The war novel by Mulk Raj Anand
by Randeep Wadehra
Across the Black Waters by Mulk Raj Anand. Vision Books, New Delhi. Pages 264. Rs 495.
WORLD War I was fought from 1914 to 1918, in which Great Britain, France, Russia, Belgium, Italy, Japan, the United States and other allies defeated Germany, Austria-Hungary, Turkey and Bulgaria. Much has been written by western authors about their respective soldiers’ contributions and sacrifices. However, the Indian soldier’s contribution has remained by and large ignored. This novel, described by British literary critic Alistair Niven as Mulk Raj Anand’s best since the "Untouchable", fills in the gap to a great extent.
Lalu is an Indian sepoy, part of the two divisions-strong-contingent of the Indian Army. For the first time he is sailing, that too for waging war on His Majesty’s behalf against the mighty Germans in France. He like others in the ship has only a vague idea of his destination and the actual war theatre.
The innocence of Indian sepoys has been brought out vividly by Anand in the scene where one of the characters describes the British monarch as an incarnation of God. The Indian soldier does not question the orders from the Commander-in-Chief, as relayed by the company havildar.
This faith in the divinity of the monarch enables him to sacrifice his all in an alien land for an empire that has given him nothing worth fighting for. Thus Lalu and his fellow sepoys find themselves in Flanders, a historical region in northwest Europe, including parts of northern France, western Belgium, and the southwest Netherlands along the North Sea. For many centuries it enjoyed virtual independence and great prosperity as a centre of the textile industry. The Hapsburg wars in the Low Countries caused the eventual division of the region, which suffered heavy damage during both World Wars.
It is strange that western literature and history do not take into account the sufferings and sacrifices of the Indian sepoy. It required a Mulk Raj Anand to chronicle the ordinary soldier’s extraordinary fortitude while facing heavy odds in strange environs. Pain and anger are evident throughout the narrative. However, the novel is remarkable for its sensitive handling of the characters who come from humble backgrounds. This is probably because the author himself is the son of a subedar in the Dogra Regiment.
The tension and unpredictability of war is borne with resolution by the sepoys. The front is live with the exchange of gunfire and invectives, and the ground is littered with bodies of the dead and the dying. Amidst all this, they are able to snatch some light moments.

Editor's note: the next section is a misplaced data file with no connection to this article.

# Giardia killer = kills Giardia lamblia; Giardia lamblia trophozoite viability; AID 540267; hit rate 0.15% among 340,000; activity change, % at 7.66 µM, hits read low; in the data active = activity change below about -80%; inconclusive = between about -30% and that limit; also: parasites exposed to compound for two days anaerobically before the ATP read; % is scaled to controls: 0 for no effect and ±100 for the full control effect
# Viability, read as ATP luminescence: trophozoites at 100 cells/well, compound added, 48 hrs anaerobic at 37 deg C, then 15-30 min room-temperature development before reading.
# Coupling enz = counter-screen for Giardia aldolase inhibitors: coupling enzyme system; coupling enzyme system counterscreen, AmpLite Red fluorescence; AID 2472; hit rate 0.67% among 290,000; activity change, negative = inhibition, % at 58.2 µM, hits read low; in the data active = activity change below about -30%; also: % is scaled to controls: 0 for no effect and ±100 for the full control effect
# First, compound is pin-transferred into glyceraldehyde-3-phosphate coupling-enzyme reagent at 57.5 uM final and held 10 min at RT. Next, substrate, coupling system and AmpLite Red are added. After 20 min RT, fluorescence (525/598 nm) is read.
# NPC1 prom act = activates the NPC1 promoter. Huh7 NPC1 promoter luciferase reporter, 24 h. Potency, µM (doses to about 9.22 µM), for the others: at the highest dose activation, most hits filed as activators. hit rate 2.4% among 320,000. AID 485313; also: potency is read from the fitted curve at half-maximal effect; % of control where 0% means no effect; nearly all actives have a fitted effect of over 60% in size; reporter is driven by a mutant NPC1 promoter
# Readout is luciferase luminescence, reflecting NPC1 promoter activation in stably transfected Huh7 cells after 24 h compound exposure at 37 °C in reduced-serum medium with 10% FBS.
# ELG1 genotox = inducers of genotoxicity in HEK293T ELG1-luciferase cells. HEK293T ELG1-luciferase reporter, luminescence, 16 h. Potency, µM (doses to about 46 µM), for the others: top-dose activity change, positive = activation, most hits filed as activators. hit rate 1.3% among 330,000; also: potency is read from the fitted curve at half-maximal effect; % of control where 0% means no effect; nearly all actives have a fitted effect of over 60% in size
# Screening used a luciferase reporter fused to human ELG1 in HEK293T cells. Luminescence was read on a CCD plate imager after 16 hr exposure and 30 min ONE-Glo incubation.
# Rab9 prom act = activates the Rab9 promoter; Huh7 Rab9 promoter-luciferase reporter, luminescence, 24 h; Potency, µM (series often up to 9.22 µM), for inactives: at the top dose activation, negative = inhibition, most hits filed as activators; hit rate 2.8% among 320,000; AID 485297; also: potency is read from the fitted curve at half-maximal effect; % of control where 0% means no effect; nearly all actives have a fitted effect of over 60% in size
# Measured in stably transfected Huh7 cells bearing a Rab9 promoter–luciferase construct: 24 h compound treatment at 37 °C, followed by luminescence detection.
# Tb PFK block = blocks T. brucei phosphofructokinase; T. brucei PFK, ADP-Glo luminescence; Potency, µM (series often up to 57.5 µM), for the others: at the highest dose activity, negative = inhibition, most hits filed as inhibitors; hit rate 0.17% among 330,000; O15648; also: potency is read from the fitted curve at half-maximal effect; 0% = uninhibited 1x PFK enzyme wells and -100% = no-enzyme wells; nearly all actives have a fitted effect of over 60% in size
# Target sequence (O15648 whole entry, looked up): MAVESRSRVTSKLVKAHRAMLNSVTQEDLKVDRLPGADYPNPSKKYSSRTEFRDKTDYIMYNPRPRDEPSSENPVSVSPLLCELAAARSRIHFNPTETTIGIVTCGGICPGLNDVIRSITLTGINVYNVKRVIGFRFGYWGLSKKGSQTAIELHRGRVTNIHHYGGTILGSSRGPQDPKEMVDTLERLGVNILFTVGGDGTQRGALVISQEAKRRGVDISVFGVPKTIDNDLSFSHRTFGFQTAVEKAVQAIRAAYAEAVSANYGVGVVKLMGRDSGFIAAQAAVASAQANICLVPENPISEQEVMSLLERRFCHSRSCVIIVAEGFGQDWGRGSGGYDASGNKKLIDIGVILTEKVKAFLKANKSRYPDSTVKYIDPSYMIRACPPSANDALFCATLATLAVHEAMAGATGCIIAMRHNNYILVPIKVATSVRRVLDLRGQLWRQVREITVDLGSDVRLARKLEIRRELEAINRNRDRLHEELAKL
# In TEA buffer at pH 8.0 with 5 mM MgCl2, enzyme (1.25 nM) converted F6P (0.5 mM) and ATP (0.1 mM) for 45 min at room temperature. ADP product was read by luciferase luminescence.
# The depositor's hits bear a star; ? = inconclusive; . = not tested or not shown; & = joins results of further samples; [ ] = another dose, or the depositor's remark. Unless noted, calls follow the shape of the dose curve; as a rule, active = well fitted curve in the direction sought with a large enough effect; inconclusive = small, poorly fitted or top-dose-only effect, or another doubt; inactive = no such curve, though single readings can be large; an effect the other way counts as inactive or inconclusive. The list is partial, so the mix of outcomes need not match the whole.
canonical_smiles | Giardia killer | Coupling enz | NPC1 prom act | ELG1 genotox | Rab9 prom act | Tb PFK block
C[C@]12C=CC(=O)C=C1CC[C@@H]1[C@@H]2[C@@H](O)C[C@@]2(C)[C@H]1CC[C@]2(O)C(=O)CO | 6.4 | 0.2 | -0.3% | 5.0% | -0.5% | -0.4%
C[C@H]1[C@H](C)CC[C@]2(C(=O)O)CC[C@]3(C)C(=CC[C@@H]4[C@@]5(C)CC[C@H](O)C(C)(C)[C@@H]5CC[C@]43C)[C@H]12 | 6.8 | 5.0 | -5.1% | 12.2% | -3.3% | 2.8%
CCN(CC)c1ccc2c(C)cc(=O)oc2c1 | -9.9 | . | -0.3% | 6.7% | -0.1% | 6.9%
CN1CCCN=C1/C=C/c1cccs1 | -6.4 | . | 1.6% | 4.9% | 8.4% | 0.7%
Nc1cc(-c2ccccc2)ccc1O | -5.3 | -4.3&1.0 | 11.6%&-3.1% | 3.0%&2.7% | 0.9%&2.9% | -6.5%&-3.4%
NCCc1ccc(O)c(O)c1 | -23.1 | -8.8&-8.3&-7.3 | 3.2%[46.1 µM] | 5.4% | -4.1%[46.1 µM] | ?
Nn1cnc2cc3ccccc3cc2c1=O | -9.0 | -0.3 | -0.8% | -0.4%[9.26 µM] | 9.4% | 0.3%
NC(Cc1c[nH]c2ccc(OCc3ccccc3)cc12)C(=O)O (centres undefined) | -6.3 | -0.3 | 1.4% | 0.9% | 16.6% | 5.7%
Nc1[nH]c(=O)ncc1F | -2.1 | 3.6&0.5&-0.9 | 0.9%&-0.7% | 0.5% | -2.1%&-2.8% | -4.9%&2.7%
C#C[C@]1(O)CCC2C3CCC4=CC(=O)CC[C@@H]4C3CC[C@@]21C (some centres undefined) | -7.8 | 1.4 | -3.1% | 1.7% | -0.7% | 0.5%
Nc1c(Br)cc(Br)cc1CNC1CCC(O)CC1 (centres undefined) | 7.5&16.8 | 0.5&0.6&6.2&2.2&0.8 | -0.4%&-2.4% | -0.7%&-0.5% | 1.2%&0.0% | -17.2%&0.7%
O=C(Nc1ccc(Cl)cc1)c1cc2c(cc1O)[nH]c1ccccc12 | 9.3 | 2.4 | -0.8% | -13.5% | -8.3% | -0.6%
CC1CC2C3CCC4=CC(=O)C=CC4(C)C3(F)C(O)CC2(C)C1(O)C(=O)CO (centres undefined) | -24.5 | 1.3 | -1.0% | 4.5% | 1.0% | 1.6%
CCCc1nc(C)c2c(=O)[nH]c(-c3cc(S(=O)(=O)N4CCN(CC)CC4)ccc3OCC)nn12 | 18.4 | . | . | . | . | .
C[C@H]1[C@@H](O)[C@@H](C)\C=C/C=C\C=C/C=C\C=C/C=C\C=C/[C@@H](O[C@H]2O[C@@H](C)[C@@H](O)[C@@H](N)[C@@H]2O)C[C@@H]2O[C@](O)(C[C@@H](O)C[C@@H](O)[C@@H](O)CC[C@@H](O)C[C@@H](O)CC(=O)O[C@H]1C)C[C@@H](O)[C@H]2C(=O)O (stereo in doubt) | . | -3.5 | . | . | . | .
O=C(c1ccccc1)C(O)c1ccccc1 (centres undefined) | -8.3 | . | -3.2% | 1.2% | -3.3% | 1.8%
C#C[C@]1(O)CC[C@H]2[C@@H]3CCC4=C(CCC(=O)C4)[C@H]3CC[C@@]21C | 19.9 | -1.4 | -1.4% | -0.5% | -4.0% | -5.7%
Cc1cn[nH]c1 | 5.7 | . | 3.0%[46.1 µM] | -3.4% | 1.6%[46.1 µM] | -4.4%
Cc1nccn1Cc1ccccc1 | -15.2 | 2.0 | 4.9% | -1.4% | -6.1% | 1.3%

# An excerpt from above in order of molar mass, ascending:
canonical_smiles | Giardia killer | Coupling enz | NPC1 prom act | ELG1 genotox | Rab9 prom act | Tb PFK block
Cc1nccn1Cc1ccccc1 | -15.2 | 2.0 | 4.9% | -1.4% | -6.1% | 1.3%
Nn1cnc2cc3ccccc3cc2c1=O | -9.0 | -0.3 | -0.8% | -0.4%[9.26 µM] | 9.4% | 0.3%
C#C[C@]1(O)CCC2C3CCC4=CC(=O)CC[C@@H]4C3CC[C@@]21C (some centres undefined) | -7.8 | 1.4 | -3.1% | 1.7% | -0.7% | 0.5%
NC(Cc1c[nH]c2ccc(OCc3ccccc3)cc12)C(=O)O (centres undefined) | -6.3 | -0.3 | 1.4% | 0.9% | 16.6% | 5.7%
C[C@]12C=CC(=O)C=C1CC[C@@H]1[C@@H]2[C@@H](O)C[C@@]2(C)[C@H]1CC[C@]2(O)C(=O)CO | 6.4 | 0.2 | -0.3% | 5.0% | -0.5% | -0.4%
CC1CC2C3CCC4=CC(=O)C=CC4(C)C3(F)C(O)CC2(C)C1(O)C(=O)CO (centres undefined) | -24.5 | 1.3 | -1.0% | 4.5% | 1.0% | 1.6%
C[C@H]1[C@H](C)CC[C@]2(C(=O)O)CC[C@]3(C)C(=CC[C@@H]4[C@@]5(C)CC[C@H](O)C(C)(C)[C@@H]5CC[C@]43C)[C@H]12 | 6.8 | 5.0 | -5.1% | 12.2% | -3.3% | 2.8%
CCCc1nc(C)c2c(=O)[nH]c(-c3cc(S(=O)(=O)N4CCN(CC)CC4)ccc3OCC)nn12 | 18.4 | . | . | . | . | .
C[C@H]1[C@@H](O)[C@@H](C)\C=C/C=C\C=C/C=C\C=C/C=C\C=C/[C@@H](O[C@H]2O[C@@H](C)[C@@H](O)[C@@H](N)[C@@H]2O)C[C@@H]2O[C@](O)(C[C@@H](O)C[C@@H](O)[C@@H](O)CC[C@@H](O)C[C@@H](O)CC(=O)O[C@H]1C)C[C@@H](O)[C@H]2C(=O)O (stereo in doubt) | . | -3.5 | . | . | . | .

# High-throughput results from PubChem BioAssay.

For instance, while waiting for the orders to launch a counter-attack, they are facing the enemy’s artillery fire when they hear their comrade-in-arms named Daddy Dhanoo, snoring away. Lalu remarks, "Woe to the enemy if they see such warriors as Dhanoo". When he wakes up he is asked to go back to sleep but not snore lest he should frighten the enemy.
They show a capacity for philosophical dissection too. Such heavy topics as the significance of duty, obedience and dharma in the context of war are discussed with rustic earnestness.
Daddy Dhanoo is a typical example for whom, "obedience and duty were along with God not only the ultimate laws of the universe, but interchangeable. If loyalty to the spirit which creates the universe was only possible through worship and the remembrance of the Almighty, then the obedience to the sarkar, whose salt one had eaten, was the highest dharma. And his pantheism was activist..."
The unsophisticated sepoy is shown in the novel as being capable of infinite shades of subtlety whenever it came to differentiating between right and wrong according to the unwritten military code... everything else was "reduced to the test of the heart, the ultimate arbiter".
As with his other novels, Anand’s characters are ordinary people caught in circumstances that vary from the ordinary to the extraordinary. Their dreams, their aspirations are by no means grand.
Yet there is something majestic about their dignified struggle against odds. This volume might not be comparable to Leo Tolstoy’s "War and Peace". But in the portrayal of the ugly side of war, it is as poignant. The human virtue and failings come out in variegated shades.
Perhaps this is the reason why this novel has been translated into 11 European languages; the British Council adapted it for a play to mark the 80th anniversary of the end of World War I, ignoring the claims of such renowned works as "All Quiet on the Western Front".
More than a collector’s item, this novel is a must for those interested in knowing our past in its less pleasant shades.